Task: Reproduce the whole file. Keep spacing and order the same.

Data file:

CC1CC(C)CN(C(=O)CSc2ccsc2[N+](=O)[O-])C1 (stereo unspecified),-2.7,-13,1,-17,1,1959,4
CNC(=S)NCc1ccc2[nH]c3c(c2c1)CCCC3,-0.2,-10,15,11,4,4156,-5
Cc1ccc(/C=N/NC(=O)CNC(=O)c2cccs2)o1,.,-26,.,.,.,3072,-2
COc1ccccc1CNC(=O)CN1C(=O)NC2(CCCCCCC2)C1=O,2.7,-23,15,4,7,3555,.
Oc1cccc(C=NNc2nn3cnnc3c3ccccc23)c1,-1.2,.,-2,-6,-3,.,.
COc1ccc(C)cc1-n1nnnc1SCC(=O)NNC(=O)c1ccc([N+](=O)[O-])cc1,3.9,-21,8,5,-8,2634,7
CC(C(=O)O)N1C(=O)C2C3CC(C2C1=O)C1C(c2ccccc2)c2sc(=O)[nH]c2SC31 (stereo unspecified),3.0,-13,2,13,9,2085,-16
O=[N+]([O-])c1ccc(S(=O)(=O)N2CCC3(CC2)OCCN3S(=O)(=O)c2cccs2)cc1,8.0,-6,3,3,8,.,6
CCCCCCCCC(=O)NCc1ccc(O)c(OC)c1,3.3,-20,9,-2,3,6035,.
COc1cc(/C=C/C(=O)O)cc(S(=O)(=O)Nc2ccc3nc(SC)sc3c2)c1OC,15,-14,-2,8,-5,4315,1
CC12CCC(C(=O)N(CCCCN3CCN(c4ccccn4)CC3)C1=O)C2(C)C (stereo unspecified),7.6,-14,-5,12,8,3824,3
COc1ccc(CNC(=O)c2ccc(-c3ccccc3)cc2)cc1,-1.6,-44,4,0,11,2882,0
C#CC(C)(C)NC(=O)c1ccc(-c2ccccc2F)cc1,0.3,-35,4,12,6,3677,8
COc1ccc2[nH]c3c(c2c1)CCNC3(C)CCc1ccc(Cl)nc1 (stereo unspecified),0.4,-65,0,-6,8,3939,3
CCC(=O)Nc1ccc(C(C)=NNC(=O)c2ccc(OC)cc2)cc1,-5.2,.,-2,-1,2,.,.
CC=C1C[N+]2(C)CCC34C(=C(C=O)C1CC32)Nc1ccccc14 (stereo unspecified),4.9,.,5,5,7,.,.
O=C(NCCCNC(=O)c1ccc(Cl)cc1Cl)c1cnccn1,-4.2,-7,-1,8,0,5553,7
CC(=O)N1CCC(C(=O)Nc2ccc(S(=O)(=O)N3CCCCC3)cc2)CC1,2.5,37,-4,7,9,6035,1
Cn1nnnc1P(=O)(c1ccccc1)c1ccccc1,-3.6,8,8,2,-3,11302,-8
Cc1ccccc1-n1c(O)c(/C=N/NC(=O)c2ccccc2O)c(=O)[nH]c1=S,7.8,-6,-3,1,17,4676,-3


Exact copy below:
CC1CC(C)CN(C(=O)CSc2ccsc2[N+](=O)[O-])C1 (stereo unspecified),-2.7,-13,1,-17,1,1959,4
CNC(=S)NCc1ccc2[nH]c3c(c2c1)CCCC3,-0.2,-10,15,11,4,4156,-5
Cc1ccc(/C=N/NC(=O)CNC(=O)c2cccs2)o1,.,-26,.,.,.,3072,-2
COc1ccccc1CNC(=O)CN1C(=O)NC2(CCCCCCC2)C1=O,2.7,-23,15,4,7,3555,.
Oc1cccc(C=NNc2nn3cnnc3c3ccccc23)c1,-1.2,.,-2,-6,-3,.,.
COc1ccc(C)cc1-n1nnnc1SCC(=O)NNC(=O)c1ccc([N+](=O)[O-])cc1,3.9,-21,8,5,-8,2634,7
CC(C(=O)O)N1C(=O)C2C3CC(C2C1=O)C1C(c2ccccc2)c2sc(=O)[nH]c2SC31 (stereo unspecified),3.0,-13,2,13,9,2085,-16
O=[N+]([O-])c1ccc(S(=O)(=O)N2CCC3(CC2)OCCN3S(=O)(=O)c2cccs2)cc1,8.0,-6,3,3,8,.,6
CCCCCCCCC(=O)NCc1ccc(O)c(OC)c1,3.3,-20,9,-2,3,6035,.
COc1cc(/C=C/C(=O)O)cc(S(=O)(=O)Nc2ccc3nc(SC)sc3c2)c1OC,15,-14,-2,8,-5,4315,1
CC12CCC(C(=O)N(CCCCN3CCN(c4ccccn4)CC3)C1=O)C2(C)C (stereo unspecified),7.6,-14,-5,12,8,3824,3
COc1ccc(CNC(=O)c2ccc(-c3ccccc3)cc2)cc1,-1.6,-44,4,0,11,2882,0
C#CC(C)(C)NC(=O)c1ccc(-c2ccccc2F)cc1,0.3,-35,4,12,6,3677,8
COc1ccc2[nH]c3c(c2c1)CCNC3(C)CCc1ccc(Cl)nc1 (stereo unspecified),0.4,-65,0,-6,8,3939,3
CCC(=O)Nc1ccc(C(C)=NNC(=O)c2ccc(OC)cc2)cc1,-5.2,.,-2,-1,2,.,.
CC=C1C[N+]2(C)CCC34C(=C(C=O)C1CC32)Nc1ccccc14 (stereo unspecified),4.9,.,5,5,7,.,.
O=C(NCCCNC(=O)c1ccc(Cl)cc1Cl)c1cnccn1,-4.2,-7,-1,8,0,5553,7
CC(=O)N1CCC(C(=O)Nc2ccc(S(=O)(=O)N3CCCCC3)cc2)CC1,2.5,37,-4,7,9,6035,1
Cn1nnnc1P(=O)(c1ccccc1)c1ccccc1,-3.6,8,8,2,-3,11302,-8
Cc1ccccc1-n1c(O)c(/C=N/NC(=O)c2ccccc2O)c(=O)[nH]c1=S,7.8,-6,-3,1,17,4676,-3